our limited healthcare resources18. According to one
estimate from our country nearly 50,000 children with CHD
require surgery or some form of intervention in
childhood19. Although there have been attempts to quantify the burden of CHD
in India in the past, they fail to reflect the true
The present survey is an attempt to find the prevalence
of CHD in school children of eastern Uttar Pradesh using
ECG, chest radiography and 2-D echocardiography for
confirmation of the diagnosis. The prevalence of CHD observed in
our study is 1.3 per 1000 school children that is more than
two and a half times than that of RHD (0.5 per 1000).
As expected, the commonest defect seen was VSD followed
by ASD. The 6 defects viz. VSD, ASD, AS, PS, patent
ductus arteriosus and VSD with PS accounted for more than 90% of
the lesions identified. This pattern corresponds with the pattern
of CHD identified at birth (Table
|Table 3. Incidence of specific congenital heart defects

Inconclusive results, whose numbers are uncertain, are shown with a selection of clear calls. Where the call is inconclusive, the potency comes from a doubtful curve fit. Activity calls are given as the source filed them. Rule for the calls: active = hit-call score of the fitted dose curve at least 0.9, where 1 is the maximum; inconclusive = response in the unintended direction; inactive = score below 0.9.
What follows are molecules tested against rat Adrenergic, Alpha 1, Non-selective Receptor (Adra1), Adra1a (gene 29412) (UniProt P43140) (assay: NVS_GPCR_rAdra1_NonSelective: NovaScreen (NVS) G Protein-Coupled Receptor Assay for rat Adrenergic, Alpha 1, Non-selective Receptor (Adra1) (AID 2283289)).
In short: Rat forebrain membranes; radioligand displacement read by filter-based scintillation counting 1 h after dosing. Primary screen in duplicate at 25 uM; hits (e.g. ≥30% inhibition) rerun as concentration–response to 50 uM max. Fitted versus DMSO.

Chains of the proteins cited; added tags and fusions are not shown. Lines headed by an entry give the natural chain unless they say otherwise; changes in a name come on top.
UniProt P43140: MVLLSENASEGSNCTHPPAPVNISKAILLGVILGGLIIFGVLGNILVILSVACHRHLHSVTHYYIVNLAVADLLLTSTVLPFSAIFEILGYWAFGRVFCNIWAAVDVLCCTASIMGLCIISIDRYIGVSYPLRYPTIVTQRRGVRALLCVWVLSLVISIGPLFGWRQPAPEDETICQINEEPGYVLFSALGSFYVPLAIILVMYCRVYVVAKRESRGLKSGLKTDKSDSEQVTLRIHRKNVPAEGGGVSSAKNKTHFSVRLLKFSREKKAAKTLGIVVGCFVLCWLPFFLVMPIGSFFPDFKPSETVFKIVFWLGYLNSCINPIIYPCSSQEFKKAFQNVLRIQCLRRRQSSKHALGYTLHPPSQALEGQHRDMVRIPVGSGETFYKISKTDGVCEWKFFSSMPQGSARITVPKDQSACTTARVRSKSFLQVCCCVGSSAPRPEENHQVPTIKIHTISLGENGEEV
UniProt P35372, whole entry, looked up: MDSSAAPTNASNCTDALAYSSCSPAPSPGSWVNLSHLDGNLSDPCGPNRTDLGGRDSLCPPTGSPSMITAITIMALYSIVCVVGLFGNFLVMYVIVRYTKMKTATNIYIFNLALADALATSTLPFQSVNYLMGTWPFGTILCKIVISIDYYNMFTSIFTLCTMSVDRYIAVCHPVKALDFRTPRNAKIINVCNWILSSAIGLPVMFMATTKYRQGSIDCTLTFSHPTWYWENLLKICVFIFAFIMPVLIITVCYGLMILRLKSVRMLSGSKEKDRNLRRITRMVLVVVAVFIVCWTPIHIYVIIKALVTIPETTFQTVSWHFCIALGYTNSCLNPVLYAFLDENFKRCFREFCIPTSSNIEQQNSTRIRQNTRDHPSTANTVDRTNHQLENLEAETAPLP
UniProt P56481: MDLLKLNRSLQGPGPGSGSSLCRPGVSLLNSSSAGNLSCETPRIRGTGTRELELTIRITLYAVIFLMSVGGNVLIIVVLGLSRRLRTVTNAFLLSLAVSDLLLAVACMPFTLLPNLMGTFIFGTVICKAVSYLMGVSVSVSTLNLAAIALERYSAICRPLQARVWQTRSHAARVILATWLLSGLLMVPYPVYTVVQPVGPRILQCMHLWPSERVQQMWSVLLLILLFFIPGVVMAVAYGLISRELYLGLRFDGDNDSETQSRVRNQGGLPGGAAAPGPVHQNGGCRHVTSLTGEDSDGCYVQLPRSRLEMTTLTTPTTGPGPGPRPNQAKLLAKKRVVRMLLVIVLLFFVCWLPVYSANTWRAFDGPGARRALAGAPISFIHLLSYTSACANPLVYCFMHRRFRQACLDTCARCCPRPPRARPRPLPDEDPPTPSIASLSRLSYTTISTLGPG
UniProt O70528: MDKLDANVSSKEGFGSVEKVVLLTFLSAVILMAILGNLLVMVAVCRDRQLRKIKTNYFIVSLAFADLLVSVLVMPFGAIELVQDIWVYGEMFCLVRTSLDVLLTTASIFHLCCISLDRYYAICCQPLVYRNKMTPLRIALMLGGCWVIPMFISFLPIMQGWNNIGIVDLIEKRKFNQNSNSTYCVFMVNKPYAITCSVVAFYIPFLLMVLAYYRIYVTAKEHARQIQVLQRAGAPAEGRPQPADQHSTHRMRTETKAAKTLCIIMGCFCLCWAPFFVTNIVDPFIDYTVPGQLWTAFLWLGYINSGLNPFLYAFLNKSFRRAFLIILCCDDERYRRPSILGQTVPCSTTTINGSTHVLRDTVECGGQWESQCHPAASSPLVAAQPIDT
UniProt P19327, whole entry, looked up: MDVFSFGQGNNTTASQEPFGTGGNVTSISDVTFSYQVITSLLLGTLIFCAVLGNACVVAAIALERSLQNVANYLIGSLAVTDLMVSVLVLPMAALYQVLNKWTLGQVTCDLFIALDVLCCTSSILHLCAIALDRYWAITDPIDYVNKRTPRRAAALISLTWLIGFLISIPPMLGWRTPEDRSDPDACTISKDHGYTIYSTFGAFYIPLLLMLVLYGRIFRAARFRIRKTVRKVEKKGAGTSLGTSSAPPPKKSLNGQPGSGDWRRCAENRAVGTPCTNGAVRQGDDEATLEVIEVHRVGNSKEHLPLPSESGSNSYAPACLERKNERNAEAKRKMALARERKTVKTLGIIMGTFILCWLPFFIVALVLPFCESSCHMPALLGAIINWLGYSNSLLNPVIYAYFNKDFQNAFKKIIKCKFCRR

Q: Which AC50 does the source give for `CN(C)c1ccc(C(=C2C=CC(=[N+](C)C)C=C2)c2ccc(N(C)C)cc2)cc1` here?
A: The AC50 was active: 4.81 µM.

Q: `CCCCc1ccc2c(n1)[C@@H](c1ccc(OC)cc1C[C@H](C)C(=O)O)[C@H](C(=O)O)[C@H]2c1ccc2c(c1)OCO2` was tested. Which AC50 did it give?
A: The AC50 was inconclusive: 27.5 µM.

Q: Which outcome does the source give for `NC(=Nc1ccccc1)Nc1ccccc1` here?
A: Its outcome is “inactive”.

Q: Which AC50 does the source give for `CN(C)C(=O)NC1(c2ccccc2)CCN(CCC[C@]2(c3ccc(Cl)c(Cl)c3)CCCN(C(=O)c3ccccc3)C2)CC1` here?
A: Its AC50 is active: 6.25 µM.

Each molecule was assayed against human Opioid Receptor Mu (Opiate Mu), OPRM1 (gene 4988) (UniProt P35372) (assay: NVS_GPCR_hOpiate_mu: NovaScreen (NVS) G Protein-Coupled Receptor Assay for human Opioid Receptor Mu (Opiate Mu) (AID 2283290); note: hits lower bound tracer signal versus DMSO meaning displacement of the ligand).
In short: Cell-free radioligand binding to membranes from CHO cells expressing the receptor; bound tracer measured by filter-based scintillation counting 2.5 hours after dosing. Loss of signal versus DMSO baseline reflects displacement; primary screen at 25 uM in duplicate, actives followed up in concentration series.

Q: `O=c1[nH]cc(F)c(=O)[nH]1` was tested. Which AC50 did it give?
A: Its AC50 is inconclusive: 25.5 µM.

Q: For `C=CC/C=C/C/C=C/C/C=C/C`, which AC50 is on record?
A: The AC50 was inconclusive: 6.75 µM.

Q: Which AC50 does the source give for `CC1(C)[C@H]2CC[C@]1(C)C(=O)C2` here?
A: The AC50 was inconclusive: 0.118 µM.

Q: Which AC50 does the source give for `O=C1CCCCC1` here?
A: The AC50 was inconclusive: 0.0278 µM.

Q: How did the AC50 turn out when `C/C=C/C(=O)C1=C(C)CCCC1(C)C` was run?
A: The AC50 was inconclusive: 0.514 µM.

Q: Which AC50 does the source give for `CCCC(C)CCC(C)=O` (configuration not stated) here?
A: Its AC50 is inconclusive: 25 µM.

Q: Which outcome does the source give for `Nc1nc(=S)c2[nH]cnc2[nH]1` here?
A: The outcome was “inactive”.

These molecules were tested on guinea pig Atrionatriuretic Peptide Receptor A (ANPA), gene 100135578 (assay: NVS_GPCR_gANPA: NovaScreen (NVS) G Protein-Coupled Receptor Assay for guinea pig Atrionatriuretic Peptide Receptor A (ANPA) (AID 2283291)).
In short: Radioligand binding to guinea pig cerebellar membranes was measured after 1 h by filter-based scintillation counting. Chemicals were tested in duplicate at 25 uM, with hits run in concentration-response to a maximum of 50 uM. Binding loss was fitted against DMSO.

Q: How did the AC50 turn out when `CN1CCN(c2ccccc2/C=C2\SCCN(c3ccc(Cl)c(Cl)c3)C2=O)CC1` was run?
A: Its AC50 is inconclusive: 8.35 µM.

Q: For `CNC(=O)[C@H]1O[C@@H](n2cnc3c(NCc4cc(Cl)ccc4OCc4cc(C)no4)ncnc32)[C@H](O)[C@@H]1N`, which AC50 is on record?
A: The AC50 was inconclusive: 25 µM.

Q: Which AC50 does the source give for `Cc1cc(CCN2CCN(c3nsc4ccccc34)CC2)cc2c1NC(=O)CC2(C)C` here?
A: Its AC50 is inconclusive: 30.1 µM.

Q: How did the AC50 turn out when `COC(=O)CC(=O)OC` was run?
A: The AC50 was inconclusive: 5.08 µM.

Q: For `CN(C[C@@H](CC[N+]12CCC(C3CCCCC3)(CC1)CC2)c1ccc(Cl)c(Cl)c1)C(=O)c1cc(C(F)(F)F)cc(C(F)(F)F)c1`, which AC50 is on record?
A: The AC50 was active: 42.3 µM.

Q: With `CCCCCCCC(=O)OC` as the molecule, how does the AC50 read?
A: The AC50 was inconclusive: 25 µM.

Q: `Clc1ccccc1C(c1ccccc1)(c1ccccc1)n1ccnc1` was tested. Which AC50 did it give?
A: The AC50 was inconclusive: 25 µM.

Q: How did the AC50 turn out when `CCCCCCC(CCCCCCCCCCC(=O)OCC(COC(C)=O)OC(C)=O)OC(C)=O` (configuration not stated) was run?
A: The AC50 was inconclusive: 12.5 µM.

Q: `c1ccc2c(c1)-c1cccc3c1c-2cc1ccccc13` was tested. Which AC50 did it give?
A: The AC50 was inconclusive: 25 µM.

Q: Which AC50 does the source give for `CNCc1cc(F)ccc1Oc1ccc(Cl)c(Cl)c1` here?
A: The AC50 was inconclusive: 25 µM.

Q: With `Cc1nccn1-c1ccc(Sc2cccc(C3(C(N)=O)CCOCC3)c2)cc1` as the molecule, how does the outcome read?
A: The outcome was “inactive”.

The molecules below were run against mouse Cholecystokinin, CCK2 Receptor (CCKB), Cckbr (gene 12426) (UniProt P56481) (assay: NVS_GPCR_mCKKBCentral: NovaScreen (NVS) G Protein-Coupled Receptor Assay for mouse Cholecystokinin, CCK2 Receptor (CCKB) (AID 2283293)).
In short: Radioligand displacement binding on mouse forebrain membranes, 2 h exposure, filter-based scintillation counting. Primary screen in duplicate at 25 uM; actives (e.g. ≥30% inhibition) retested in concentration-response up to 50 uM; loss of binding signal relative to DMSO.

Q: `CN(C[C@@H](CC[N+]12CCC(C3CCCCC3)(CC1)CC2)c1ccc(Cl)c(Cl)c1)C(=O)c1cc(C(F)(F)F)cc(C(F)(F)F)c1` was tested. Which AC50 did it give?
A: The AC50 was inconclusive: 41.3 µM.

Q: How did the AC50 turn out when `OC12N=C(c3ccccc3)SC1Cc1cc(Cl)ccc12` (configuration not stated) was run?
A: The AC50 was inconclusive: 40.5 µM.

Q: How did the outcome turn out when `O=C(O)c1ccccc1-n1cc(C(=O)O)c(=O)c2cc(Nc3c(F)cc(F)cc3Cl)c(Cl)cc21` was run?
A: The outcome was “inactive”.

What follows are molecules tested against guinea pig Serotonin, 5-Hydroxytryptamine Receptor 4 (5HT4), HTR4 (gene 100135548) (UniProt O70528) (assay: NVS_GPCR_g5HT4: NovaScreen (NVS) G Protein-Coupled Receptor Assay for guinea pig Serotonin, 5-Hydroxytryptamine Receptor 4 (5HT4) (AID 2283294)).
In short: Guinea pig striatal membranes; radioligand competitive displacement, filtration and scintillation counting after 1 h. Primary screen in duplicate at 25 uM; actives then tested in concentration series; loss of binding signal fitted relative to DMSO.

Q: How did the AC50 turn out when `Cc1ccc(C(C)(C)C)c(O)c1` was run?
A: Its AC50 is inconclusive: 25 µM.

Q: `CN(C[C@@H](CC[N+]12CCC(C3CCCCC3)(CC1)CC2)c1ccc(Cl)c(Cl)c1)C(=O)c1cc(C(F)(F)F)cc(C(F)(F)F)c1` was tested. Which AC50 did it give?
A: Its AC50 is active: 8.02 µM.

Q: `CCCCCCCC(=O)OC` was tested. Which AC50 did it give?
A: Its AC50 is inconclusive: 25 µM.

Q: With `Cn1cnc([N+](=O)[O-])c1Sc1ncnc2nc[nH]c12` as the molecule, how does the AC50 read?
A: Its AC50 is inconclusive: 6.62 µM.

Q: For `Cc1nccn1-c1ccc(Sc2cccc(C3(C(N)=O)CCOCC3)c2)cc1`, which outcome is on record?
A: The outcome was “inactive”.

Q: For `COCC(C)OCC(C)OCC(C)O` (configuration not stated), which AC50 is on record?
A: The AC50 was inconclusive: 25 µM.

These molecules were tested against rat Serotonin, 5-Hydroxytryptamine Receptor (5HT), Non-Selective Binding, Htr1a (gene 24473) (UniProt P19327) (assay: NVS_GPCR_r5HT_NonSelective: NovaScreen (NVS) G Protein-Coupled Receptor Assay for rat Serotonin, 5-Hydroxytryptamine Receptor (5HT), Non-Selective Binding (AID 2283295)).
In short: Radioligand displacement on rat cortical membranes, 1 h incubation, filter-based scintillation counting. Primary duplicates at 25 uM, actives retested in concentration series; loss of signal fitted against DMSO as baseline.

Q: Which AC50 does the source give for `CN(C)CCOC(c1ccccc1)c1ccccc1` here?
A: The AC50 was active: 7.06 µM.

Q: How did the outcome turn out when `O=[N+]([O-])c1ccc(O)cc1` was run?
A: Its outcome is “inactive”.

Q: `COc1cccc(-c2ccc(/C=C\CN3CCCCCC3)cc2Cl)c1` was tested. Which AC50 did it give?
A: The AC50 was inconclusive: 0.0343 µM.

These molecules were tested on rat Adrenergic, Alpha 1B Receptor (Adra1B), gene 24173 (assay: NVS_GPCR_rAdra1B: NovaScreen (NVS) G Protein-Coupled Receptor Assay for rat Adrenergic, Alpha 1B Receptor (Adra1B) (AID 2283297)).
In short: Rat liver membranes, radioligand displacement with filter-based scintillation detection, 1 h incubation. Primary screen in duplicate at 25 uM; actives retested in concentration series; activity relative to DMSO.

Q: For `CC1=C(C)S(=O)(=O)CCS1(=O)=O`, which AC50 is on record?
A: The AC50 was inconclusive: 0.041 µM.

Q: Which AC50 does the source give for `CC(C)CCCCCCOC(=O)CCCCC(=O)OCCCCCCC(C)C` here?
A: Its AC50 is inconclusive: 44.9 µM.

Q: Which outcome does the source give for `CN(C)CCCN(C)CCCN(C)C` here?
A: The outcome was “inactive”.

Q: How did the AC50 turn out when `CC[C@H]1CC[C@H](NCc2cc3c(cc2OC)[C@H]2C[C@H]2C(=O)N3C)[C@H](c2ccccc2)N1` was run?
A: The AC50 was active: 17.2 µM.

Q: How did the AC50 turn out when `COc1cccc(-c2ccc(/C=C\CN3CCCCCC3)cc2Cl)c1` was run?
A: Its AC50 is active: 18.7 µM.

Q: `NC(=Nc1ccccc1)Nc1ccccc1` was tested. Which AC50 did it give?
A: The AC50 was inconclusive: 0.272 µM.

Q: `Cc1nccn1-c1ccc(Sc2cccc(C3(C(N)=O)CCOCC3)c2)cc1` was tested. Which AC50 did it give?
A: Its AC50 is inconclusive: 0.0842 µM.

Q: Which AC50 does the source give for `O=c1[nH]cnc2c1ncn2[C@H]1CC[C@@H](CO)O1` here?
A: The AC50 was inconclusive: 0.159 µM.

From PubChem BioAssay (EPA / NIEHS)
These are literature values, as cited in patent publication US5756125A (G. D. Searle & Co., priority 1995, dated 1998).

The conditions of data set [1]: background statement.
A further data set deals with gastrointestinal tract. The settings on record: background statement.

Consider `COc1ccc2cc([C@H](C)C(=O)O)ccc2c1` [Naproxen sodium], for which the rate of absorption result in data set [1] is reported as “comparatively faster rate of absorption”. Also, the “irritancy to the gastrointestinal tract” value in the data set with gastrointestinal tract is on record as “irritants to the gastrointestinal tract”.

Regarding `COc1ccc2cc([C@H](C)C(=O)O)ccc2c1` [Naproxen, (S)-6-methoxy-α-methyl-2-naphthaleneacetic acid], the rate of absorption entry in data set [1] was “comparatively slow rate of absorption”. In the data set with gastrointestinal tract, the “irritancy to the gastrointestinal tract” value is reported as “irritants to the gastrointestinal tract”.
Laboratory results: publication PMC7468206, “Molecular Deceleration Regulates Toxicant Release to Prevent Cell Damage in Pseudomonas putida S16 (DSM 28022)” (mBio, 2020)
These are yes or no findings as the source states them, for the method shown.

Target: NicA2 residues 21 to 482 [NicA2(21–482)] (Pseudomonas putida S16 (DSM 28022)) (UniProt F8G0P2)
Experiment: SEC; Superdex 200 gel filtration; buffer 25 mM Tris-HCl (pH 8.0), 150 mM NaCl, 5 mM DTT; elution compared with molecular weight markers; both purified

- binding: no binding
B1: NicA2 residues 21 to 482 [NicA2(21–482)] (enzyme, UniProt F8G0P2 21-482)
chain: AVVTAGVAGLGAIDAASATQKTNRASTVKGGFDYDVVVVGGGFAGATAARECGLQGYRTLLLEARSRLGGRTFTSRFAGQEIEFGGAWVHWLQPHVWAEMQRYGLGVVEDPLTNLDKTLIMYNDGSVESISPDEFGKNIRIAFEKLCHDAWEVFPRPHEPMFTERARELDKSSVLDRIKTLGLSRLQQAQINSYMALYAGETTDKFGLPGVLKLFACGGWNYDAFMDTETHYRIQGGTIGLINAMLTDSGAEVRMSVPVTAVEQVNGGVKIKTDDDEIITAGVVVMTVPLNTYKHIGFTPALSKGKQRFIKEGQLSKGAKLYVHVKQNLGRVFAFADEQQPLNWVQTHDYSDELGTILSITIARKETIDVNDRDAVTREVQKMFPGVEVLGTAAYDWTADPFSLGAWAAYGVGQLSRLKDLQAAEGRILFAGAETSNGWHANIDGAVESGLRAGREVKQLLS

aTotal number of cases=103,590
bIncludes tetralogy of Fallot
cIncludes partial and complete
The most important fact that emerges from our study is
lack of awareness; only 11 out of 142 children had
undergone surgery or interventional procedure, one child
underwent closure of ASD after identification of the defect and
|Indian Heart J. 2009; 61:58-60
|Mukul Misra et al
motivation, and only 34 out of the remaining 131(26%)
were aware of their defects. It may be due to the fact that that
most of the defects were mild and not causing any symptoms
and in the absence of routine medical examination,
remained unidentified. The value and need of proper routine
medical examination before entry in schools, therefore, needs to
be emphasized. We did not identify any children with
cyanotic CHD in this survey; possibly because such children are too
sick to attend schools and are therefore school dropouts.
This highlights the pitfall in finding true prevalence of CHD